Friday, August 09, 2013

Cider Making and the Phenomenal Apple Crop of 2013


The fruit crop this summer is staggering. Apple trees are weighed down with fat ones in such numbers that they boggle the mind. This is one wild tree up in the pasture...there are several of them. 

Others, where we have rarely seen apples before, have crops that rival tame and tended orchards. Trees that might in a normal year have a handful of wizened fruit that drop early to be eaten by chipmunks and turkeys and deer, are hung like Christmas trees decorated by a kid gone wild with enthusiasm and way too many ornaments.

I wish we were still in the cider business. We used to pick up "drops" from under wild trees all over the place and make maybe a hundred and fifty gallons or more. I remember falling asleep after days of picking up truck-loads of fallen apples and picking up tons more in my dreams. Apples all day and all night.......(Chopping corn for the silo is the same way....after a day of watching the stalks jiggling into the cutter head on the chopper, you will do the same all night.... The harvest is an all-consuming kind of thing.)

Cider making was a rite of fall that was special to us, bringing memories of doing it as kids on a family member's farm and the wonder of the alchemy of it all. Dim and dented fruit that you might not find too tempting, turned into delicious stuff that we made ourselves sick drinking every fall.

We sold some each year, back before the process was so stringently government-regulated, and froze the rest to enjoy all winter long. If you dump a little out of the top of a plastic gallon jug to make room for the expansion of freezing, fresh apple cider will store nicely for months.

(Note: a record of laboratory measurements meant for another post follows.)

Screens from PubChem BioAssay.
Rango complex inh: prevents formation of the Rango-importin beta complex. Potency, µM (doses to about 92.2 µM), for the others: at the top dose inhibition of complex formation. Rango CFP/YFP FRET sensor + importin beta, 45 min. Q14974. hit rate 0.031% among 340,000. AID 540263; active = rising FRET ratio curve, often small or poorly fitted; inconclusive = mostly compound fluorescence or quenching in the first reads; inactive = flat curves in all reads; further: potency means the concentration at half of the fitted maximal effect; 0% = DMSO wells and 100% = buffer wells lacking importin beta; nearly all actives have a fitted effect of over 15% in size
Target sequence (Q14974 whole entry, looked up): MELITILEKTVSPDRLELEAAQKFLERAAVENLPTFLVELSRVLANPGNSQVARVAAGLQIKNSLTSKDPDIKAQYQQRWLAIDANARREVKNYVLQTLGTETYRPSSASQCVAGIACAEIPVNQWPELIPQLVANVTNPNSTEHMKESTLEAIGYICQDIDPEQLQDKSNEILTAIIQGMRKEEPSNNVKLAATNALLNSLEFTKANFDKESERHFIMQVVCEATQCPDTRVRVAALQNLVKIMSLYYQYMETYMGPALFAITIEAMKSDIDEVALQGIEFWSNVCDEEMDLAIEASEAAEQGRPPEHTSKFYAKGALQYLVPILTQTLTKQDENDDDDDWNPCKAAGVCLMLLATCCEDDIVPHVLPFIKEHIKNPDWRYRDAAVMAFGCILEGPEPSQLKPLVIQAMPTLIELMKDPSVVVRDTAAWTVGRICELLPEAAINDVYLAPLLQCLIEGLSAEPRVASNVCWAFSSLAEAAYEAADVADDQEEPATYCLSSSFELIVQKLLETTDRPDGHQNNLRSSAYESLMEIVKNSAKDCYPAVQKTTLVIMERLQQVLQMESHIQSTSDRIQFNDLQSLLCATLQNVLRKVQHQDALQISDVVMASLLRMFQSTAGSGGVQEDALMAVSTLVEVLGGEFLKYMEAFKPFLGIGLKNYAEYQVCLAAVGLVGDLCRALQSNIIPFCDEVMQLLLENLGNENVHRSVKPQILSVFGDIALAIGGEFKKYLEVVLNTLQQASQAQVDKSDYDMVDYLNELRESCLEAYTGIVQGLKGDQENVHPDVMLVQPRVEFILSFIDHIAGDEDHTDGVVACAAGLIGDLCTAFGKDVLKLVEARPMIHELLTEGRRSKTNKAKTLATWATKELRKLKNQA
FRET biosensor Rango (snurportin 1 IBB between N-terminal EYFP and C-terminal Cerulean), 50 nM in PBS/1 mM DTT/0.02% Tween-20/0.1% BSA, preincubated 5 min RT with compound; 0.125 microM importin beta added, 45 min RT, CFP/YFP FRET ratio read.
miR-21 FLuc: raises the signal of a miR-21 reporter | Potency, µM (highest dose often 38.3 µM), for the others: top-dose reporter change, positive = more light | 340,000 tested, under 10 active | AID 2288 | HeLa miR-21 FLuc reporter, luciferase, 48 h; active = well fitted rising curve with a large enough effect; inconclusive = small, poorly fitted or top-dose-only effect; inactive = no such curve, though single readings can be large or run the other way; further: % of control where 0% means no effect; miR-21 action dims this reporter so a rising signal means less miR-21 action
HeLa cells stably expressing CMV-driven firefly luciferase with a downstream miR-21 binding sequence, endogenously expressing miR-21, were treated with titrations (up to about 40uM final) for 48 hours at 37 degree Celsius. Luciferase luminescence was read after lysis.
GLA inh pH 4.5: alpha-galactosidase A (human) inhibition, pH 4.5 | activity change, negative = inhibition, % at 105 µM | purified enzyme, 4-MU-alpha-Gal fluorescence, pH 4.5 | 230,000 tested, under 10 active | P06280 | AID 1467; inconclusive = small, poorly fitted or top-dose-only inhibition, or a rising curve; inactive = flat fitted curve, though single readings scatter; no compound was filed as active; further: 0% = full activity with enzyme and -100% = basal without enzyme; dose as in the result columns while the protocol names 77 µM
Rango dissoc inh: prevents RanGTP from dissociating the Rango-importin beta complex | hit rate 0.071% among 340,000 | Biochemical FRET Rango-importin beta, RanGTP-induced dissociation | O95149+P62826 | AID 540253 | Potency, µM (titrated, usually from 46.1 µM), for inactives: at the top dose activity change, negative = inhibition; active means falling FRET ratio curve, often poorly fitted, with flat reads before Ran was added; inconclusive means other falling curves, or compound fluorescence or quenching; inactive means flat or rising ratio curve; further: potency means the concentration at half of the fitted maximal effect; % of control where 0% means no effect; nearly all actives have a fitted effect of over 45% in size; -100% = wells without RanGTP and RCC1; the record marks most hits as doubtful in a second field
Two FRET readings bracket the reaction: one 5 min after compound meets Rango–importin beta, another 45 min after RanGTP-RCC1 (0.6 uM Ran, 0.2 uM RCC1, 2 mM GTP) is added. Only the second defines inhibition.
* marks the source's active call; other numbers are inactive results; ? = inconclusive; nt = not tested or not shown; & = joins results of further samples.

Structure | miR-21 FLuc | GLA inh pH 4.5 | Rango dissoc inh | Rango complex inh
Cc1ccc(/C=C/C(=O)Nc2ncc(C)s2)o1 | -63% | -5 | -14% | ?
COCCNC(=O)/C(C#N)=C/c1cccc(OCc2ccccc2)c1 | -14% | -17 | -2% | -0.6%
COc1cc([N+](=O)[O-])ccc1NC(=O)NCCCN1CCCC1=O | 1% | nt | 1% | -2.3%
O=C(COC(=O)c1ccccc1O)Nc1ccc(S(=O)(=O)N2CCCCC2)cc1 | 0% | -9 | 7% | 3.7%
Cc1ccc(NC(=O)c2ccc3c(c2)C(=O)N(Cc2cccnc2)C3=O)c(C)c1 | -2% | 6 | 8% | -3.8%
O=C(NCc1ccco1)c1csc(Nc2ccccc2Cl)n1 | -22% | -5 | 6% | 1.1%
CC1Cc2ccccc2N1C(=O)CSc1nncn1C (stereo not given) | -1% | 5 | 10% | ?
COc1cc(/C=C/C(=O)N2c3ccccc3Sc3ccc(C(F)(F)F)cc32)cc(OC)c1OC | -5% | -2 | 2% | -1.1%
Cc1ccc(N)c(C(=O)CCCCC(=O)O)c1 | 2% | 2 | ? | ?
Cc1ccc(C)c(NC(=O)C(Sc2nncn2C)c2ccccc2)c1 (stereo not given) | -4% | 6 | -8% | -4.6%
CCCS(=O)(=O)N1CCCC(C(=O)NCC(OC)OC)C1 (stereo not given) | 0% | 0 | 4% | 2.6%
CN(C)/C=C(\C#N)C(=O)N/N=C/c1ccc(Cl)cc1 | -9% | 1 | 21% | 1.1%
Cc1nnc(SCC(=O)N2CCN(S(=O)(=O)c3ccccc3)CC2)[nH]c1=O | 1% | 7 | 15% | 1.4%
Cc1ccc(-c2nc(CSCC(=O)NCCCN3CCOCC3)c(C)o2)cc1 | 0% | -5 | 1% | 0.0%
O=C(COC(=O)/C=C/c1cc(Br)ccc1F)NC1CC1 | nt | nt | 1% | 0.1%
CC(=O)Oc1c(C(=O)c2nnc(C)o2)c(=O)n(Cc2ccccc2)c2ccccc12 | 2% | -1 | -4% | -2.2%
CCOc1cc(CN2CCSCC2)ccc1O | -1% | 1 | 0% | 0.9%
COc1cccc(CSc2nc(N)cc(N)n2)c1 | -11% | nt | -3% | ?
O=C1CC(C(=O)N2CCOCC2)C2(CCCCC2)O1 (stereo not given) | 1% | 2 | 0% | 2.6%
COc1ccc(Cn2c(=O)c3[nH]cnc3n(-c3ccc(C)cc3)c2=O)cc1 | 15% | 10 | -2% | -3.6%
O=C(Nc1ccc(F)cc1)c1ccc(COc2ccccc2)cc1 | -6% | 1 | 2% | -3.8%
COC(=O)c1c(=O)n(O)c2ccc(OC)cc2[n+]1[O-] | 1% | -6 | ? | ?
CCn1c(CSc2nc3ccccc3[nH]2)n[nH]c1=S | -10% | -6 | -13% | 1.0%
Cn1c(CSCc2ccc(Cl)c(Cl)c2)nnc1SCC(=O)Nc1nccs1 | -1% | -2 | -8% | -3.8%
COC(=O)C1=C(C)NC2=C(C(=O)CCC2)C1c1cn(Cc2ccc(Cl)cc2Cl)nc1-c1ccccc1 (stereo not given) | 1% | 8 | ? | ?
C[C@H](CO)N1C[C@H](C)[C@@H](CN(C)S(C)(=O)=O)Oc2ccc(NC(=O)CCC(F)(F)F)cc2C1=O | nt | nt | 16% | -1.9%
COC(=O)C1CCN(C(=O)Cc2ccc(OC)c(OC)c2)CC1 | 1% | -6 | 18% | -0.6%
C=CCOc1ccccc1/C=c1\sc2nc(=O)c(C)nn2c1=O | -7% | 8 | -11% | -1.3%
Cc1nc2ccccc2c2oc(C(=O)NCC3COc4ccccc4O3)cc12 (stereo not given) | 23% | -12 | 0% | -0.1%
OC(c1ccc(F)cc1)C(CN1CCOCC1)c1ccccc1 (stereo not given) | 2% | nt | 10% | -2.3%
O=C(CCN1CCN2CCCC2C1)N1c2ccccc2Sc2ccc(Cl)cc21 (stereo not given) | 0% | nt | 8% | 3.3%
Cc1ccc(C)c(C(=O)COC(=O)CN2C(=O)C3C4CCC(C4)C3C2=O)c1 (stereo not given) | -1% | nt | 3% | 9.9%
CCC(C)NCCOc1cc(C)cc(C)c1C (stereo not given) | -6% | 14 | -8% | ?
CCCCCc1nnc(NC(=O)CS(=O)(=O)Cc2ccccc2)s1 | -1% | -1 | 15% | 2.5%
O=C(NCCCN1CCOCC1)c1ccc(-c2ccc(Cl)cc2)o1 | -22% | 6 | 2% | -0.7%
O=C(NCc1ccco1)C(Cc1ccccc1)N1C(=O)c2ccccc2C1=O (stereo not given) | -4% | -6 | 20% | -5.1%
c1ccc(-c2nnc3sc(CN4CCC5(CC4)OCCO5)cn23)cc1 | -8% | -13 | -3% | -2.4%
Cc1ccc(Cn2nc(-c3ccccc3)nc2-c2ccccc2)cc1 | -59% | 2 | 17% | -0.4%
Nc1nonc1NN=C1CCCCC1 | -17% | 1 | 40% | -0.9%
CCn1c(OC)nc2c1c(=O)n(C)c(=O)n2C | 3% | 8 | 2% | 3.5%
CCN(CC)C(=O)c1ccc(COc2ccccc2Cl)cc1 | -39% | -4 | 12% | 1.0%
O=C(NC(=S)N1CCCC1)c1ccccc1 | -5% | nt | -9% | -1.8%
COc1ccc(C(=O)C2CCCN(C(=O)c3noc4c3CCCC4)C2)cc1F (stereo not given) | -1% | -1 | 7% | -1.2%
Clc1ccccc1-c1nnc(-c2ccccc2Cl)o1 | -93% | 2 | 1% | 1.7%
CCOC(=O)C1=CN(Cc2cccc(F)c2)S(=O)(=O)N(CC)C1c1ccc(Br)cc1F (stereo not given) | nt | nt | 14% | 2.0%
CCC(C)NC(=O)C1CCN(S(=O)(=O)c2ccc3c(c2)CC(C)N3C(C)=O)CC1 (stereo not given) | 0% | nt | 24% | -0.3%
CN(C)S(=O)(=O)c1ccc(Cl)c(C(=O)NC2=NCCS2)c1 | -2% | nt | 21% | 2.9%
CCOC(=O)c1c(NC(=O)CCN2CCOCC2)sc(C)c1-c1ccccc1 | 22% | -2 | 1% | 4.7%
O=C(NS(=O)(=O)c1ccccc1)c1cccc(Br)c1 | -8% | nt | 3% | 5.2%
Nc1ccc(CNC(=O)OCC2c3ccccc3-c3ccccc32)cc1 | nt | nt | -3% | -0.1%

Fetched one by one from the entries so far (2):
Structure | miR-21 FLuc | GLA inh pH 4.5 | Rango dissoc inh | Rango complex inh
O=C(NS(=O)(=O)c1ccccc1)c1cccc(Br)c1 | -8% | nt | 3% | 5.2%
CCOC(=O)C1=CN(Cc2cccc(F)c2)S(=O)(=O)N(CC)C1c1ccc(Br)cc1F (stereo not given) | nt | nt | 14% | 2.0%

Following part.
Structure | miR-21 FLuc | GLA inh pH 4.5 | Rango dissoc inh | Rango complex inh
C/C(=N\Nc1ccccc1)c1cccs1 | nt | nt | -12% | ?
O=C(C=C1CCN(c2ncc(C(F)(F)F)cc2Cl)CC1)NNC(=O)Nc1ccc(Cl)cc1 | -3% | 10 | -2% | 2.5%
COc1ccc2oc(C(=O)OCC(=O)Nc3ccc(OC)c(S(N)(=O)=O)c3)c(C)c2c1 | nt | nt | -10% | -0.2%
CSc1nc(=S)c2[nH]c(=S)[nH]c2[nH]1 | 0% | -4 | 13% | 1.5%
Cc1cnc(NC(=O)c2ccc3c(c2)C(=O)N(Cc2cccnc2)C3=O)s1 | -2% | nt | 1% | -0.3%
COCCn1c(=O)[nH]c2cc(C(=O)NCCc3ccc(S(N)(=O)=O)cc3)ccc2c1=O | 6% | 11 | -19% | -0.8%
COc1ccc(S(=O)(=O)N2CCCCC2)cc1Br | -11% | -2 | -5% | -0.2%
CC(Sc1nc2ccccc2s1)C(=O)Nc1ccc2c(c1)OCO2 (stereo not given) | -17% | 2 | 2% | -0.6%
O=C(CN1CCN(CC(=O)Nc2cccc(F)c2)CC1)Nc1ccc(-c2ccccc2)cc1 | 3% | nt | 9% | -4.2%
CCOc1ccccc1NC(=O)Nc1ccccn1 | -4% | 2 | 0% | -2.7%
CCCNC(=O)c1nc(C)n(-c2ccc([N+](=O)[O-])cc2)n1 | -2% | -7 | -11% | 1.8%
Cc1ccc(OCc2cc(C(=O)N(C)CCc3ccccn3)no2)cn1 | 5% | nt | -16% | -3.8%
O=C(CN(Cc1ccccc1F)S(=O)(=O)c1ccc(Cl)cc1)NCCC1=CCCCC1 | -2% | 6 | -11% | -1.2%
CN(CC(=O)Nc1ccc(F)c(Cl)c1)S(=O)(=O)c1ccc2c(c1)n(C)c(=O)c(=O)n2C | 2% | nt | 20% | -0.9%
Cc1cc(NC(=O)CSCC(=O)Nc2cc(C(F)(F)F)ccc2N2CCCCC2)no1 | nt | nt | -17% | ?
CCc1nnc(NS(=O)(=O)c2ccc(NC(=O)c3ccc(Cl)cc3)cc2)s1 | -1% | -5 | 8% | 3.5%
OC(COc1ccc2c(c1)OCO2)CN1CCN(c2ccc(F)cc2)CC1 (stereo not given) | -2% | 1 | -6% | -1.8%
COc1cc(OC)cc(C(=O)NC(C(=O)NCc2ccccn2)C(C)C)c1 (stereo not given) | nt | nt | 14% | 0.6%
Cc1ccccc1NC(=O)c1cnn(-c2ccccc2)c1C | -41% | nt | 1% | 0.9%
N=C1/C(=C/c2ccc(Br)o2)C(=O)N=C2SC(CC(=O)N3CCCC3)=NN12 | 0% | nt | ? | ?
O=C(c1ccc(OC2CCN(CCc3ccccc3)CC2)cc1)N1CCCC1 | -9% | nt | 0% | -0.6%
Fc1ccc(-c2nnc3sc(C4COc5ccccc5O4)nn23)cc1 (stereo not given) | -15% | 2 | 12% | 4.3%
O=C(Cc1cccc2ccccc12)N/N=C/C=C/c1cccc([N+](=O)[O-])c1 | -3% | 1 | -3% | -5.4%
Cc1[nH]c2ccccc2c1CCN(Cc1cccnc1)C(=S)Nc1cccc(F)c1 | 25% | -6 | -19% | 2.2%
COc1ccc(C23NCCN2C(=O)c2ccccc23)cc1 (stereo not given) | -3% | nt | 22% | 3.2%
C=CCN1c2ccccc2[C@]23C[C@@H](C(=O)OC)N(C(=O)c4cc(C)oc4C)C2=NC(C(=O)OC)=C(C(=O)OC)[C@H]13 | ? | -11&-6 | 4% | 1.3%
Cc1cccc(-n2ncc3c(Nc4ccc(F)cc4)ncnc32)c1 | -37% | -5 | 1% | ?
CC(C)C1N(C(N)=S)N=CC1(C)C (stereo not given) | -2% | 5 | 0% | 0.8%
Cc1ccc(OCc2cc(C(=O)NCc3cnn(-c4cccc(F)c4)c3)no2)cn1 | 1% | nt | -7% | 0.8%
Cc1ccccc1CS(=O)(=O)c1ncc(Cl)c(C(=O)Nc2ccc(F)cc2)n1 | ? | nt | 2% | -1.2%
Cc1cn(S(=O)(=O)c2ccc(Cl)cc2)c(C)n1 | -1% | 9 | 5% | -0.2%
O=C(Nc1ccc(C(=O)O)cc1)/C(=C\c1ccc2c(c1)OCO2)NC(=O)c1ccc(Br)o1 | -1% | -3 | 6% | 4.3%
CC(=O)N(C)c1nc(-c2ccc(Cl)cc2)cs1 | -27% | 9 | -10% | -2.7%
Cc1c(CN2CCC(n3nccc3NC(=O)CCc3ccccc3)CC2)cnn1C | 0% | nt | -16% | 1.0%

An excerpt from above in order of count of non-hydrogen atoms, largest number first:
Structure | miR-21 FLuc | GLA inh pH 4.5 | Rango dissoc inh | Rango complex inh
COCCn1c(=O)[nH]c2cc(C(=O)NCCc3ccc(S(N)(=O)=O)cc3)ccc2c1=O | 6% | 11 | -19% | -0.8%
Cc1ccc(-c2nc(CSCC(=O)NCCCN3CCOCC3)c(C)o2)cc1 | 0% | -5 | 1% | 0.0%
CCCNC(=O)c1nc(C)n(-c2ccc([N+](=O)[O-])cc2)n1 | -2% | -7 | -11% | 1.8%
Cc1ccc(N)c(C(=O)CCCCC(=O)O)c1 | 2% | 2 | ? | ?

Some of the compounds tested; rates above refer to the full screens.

These days I don't even know where there is a cider press that is open to the public. I also believe that you have to pasteurize it before you can sell it. We are certainly not equipped for that process.

Used to love to watch them grind and press our apples though. The thunderous roar of them tumbling into the grinder, the speedy folding of the heavy brown cloth over the pulp, the fantastic smell of them, as the clear, sweet juice flowed out, when the press cranked down. Lazy yellow jackets tumbling around the bottom of the press, sipping stray juices until they were drunk with the sweetness.....

The worry over whether we had enough cash to pay for the pressing and bottling....always a concern to the young and impoverished.

It was such a wonder to experience the bounty of the wild, untended trees. Such largess. Such tangy deliciousness.

This year I will maybe trudge up back where the wild ones grow and pick enough for jelly. With a little added cinnamon, apple jelly can taste almost as good as fresh cider, and I can make it right here in my kitchen. 

It won't be too long before they start to get ripe, and it sure will taste good, come winter. 

4 comments:

Cathy said...

Poetry. Pure poetry.
Just love the imagery of the yellow jackets.
You almost make me long for fall :)

CDH said...

Beautiful apples. We had such a late frost that it froze the blossoms. We have no apples, well 1 and we are already fighting over it! No raspberries nothing. Been a wet cold spring. :(

12Paws said...

Love your word pictures! If I were braver & more able I'd sneak into your jelly making kitchen & hide under the chair like a little mouse & pretend I was back in time in my Gramma's kitchen--cooking down the apple juice on her 100 yr old wood stove. Thanks for deja vu!

threecollie said...

Cathy, thank you. We had a lot of fun as kids and had no idea at all that we were doing anything different from the norm.

CDH, so sorry to read that. We have had it happen a few times in recent years, but this spring we really got lucky.

12Paws, thanks! Wouldn't it be fun if you could! My grandma made grape jelly every year when we were kids and it sure smelled good.